The Impact of the Implementation of a Surgical Antibiotic Use Guideline in the Practice of Antibiotic Use in the Department of Surgery, Philippine General Hospital

  • Marie Carmela M. Lapitan
  • Brian S. Buckley
  • Esther A. Saguil
  • Regina P. Berba
  • Marissa M. Alejandria
  • Zoe Caitlin Z. Fernandez
Keywords: antibiotics, surgery, compliance


Objective. This study aimed to assess compliance with current best practice guidelines on the use of antibiotics in the Department of Surgery in the Philippine General Hospital and to determine the impact of the dissemination of an institution-based guideline on compliance and on patient outcomes.

Methods. Two antibiotic use surveys were performed 4 weeks before and 4 weeks after the implementation and dissemination of the PGH Surgical Antibiotic Use Guidelines in the Department of Surgery. The medical records of eligible patients were reviewed regarding patient and case characteristics, details on the administration of antibiotics and the collection of specimen for culture studies. Data relating to the occurrence of surgical site infection within 30 days of the operation was extracted. Compliance with antibiotic use guidelines was assessed for each case. The compliance rates in the pre- and post-intervention periods were compared.

Results. The study included a total of 477 patients, 213 in the pre-implementation and 264 in the post implementation period. Compared with the pre-intervention period, rates of compliance with guidelines improved for all parameters in the post-implementation period except for correct dosing.  The greatest improvement was seen in the selection of the recommended drug, and proper duration.  There was modest improvement in the timing of the preoperative drug administration. There was poor compliance with recommendations for appropriate specimen collection for culture studies, with marked improvement in collection in the pediatric group post intervention. Overall, the in-hospital SSI rate was reduced from 6.8% to 1.1%, while there was little change in the 30-day SSI rate, post-intervention.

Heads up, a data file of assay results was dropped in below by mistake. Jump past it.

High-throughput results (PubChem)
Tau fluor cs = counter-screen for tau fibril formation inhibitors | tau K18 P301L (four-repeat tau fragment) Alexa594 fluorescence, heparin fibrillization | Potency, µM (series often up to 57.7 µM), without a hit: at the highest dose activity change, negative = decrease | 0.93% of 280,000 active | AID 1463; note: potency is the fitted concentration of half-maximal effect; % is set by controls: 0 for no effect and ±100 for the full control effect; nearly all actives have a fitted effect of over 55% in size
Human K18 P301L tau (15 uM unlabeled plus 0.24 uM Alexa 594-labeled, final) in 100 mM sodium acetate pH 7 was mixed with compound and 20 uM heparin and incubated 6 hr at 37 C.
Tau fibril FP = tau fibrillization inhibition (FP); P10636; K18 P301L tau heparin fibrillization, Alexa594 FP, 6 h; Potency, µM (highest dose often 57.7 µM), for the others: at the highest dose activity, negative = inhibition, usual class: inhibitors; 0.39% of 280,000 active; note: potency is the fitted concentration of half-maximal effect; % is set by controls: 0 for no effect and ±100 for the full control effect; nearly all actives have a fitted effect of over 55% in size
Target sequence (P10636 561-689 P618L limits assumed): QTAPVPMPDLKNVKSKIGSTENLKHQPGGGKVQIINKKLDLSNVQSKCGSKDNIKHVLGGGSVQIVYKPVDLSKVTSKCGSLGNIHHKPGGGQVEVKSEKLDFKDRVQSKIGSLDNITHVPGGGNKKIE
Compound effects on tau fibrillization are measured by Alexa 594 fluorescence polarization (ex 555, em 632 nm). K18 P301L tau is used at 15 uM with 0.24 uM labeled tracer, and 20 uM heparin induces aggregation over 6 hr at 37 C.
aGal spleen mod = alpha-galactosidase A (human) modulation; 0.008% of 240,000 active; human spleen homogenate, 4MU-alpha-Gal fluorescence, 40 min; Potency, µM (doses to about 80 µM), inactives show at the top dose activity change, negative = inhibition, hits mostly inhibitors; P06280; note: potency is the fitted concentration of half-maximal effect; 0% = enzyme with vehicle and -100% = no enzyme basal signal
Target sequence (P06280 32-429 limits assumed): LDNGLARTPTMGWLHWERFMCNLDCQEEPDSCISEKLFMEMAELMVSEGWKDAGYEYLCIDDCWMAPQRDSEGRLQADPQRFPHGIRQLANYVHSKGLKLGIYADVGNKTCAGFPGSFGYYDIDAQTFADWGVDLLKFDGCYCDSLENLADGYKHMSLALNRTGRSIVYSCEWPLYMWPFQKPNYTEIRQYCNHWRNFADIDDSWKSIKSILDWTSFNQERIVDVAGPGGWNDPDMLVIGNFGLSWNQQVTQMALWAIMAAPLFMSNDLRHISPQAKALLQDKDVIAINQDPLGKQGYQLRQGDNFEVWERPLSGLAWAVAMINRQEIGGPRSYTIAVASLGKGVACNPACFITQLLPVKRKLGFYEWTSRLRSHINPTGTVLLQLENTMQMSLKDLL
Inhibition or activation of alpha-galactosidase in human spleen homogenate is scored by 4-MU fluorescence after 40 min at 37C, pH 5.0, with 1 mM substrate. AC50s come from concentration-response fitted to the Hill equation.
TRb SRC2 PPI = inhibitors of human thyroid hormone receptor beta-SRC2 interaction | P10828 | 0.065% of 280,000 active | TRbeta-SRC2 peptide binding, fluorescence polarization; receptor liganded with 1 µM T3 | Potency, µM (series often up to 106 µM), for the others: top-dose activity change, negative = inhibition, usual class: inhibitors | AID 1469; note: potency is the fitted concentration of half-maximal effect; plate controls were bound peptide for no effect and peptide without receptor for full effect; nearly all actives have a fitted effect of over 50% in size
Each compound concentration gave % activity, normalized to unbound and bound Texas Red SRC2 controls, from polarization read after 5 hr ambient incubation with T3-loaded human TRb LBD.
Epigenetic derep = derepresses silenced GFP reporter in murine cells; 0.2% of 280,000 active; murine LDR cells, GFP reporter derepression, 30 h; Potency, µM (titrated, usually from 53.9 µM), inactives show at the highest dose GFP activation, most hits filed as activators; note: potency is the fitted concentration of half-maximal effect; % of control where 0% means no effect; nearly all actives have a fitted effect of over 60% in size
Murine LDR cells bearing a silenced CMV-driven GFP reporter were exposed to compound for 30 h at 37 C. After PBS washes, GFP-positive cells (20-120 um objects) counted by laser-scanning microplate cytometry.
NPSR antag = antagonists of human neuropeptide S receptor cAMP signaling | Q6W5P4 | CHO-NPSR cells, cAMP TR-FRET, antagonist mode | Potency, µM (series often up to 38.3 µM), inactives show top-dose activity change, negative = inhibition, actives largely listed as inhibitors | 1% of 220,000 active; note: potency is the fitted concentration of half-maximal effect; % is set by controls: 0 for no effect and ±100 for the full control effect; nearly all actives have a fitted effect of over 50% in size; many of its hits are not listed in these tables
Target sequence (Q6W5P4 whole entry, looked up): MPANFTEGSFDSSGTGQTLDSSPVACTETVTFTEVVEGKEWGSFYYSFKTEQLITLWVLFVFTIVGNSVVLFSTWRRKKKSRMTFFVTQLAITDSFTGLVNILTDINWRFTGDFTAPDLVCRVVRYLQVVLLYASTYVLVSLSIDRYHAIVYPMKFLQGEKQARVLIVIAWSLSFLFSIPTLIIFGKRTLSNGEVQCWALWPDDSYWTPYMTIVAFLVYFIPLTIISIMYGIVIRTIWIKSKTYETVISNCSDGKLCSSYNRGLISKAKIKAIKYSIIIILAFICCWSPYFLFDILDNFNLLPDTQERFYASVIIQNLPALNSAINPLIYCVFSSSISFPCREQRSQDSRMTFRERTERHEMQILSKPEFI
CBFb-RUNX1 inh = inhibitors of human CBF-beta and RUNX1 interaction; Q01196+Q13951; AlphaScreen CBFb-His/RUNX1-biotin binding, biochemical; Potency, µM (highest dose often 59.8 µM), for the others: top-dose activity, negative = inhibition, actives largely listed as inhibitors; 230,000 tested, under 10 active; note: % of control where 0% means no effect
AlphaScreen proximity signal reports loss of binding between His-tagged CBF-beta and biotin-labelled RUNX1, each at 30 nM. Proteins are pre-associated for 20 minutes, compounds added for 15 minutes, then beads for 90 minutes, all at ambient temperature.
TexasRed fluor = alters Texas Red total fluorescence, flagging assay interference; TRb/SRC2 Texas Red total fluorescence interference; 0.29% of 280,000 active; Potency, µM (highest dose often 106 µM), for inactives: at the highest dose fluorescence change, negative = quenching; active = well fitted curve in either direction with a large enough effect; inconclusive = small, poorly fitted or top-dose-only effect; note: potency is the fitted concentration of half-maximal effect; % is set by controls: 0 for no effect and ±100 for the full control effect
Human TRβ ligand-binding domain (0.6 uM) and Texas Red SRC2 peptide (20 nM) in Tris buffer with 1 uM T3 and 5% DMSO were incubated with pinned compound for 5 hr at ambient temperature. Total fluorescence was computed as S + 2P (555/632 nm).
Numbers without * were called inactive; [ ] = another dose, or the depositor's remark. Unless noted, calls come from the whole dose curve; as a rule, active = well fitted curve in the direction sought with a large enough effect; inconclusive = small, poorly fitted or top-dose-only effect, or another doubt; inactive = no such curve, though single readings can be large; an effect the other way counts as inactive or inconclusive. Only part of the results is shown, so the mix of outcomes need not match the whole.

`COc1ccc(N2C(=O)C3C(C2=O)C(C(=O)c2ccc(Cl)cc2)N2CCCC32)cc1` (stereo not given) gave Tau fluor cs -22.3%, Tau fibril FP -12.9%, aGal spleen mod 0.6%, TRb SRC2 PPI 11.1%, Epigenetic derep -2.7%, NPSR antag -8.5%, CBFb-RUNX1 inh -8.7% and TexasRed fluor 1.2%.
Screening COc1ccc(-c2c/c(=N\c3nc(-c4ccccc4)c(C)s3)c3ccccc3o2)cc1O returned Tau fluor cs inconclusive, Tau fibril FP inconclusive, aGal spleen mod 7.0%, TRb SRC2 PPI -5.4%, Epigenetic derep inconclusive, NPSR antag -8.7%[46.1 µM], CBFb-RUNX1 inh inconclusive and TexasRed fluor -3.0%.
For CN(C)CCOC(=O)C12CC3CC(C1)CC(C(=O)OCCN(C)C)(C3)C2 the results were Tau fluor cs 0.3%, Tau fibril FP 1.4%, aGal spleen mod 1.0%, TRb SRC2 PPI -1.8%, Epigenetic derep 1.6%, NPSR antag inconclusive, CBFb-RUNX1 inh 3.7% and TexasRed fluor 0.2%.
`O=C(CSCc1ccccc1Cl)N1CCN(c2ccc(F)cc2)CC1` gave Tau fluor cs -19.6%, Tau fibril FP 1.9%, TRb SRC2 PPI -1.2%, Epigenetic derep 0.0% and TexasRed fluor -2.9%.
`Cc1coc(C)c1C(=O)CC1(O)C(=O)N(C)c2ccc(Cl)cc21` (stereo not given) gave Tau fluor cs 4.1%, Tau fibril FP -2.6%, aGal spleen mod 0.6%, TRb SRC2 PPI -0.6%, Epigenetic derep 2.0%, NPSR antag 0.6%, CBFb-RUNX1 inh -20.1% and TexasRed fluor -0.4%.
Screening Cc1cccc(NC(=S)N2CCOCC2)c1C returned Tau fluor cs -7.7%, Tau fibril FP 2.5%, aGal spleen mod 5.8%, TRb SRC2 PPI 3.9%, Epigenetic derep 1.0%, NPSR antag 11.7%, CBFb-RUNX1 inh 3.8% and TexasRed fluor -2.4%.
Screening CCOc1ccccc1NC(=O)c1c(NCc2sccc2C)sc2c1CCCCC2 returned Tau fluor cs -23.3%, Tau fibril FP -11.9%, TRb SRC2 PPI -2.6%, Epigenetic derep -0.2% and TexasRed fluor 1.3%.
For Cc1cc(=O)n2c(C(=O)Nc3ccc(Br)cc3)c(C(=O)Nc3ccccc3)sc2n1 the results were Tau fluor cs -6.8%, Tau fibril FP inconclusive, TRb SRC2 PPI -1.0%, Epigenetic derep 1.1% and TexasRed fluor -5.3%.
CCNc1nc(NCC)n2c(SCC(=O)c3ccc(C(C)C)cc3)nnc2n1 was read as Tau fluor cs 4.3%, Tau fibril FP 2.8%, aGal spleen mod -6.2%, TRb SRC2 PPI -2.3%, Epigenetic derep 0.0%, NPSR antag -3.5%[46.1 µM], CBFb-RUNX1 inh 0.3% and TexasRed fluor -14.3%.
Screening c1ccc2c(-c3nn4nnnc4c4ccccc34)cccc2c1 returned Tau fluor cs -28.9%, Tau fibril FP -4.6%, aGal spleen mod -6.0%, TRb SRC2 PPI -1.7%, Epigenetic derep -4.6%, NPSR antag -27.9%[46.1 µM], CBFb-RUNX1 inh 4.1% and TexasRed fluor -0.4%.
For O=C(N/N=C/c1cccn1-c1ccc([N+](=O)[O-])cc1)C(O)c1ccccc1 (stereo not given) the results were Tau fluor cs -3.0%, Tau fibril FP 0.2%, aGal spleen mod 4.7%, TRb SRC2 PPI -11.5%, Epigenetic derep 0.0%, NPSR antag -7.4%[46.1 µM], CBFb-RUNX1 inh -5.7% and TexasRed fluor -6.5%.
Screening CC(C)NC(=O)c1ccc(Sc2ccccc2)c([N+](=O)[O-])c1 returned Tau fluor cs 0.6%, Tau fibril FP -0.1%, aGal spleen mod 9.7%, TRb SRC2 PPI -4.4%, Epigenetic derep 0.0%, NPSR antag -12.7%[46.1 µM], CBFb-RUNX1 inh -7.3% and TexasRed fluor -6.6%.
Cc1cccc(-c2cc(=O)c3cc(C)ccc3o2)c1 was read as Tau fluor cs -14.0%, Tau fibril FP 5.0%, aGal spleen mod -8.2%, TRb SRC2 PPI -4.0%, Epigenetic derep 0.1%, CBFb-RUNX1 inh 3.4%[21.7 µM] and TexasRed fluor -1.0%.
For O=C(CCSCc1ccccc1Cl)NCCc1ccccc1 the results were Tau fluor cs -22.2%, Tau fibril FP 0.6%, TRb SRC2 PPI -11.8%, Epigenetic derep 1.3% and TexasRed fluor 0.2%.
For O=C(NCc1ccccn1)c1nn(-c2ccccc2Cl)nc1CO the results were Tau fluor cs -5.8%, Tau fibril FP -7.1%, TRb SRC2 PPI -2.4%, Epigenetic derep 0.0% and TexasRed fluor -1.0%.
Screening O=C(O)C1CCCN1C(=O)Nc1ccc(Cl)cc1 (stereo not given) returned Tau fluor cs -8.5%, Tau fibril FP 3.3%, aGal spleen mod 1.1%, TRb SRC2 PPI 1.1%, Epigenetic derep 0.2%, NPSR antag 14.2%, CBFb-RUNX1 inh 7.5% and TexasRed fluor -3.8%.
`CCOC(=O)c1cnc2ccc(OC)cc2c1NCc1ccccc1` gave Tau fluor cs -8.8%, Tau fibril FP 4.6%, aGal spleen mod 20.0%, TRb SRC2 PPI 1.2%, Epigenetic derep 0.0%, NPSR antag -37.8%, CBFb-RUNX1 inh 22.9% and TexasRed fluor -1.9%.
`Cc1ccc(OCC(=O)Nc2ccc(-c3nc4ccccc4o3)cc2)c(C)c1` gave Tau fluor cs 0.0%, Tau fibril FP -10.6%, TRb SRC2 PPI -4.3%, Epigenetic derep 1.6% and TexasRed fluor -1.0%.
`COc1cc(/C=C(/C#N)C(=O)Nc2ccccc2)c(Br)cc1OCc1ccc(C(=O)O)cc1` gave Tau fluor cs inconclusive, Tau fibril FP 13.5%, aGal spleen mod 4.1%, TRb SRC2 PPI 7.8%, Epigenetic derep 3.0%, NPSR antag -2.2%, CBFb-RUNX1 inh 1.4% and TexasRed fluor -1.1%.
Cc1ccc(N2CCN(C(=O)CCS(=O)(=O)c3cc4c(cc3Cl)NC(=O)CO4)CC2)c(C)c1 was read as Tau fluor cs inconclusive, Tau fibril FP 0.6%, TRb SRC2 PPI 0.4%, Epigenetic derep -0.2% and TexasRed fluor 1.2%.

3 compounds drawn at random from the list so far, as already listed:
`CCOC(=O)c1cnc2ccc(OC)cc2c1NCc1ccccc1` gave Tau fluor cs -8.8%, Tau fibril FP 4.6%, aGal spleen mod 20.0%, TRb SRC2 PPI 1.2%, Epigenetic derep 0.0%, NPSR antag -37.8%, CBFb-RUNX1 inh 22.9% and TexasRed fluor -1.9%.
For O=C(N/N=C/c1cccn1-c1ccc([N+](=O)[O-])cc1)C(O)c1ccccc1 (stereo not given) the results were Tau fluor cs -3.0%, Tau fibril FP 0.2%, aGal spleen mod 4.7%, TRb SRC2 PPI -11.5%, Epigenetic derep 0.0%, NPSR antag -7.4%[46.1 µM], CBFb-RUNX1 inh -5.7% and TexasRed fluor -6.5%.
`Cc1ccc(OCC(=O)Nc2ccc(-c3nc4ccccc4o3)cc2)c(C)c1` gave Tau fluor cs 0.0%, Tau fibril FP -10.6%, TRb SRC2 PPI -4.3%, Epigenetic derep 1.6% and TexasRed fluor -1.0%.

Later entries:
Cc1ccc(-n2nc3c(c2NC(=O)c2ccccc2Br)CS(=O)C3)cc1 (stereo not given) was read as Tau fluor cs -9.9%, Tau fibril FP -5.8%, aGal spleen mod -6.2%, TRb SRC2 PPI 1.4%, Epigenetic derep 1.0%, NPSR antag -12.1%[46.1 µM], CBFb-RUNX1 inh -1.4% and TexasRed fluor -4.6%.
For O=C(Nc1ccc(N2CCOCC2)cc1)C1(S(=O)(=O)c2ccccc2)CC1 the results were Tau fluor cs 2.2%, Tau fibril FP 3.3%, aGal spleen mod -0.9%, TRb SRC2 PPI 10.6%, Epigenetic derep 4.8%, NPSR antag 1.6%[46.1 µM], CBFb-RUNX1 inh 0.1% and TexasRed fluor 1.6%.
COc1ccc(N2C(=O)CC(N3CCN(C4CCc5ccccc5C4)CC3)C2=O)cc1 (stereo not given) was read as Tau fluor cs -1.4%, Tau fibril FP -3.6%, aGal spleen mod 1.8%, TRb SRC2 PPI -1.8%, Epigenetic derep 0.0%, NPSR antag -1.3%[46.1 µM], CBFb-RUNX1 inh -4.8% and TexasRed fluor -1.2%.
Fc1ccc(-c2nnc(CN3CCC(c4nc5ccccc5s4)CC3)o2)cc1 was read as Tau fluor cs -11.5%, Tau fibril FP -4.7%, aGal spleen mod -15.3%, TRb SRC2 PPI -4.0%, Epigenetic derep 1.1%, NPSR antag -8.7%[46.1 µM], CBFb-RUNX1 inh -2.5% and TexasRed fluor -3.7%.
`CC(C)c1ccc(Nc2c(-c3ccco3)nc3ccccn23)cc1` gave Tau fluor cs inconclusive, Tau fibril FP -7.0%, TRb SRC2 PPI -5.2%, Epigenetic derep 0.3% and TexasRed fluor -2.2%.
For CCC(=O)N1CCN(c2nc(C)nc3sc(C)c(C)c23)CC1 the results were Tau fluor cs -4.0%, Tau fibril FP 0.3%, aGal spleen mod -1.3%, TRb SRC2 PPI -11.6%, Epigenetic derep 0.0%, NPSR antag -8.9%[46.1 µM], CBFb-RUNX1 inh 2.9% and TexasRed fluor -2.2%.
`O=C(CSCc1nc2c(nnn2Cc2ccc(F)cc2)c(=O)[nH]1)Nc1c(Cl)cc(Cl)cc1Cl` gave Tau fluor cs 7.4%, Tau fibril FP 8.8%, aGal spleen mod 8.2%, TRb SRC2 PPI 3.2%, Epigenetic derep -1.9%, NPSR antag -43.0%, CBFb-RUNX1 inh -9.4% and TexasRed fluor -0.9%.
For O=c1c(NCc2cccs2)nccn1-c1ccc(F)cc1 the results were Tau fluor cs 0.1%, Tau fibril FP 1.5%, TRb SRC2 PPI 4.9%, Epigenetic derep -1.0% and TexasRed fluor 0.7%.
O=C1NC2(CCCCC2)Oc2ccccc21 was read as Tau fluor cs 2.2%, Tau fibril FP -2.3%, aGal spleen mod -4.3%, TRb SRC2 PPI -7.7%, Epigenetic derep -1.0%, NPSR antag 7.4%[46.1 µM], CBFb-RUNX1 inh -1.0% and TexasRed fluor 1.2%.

Conclusion. A simple intervention to raise awareness of institutional guidelines on antibiotic use in the surgical setting lead to a modest improvement on overall compliance, although rates of total compliance with all relevant guidance on antibiotic use, choice, dose, timing and duration remained low. The impact on surgical site infection rates based on such compliance was modest.


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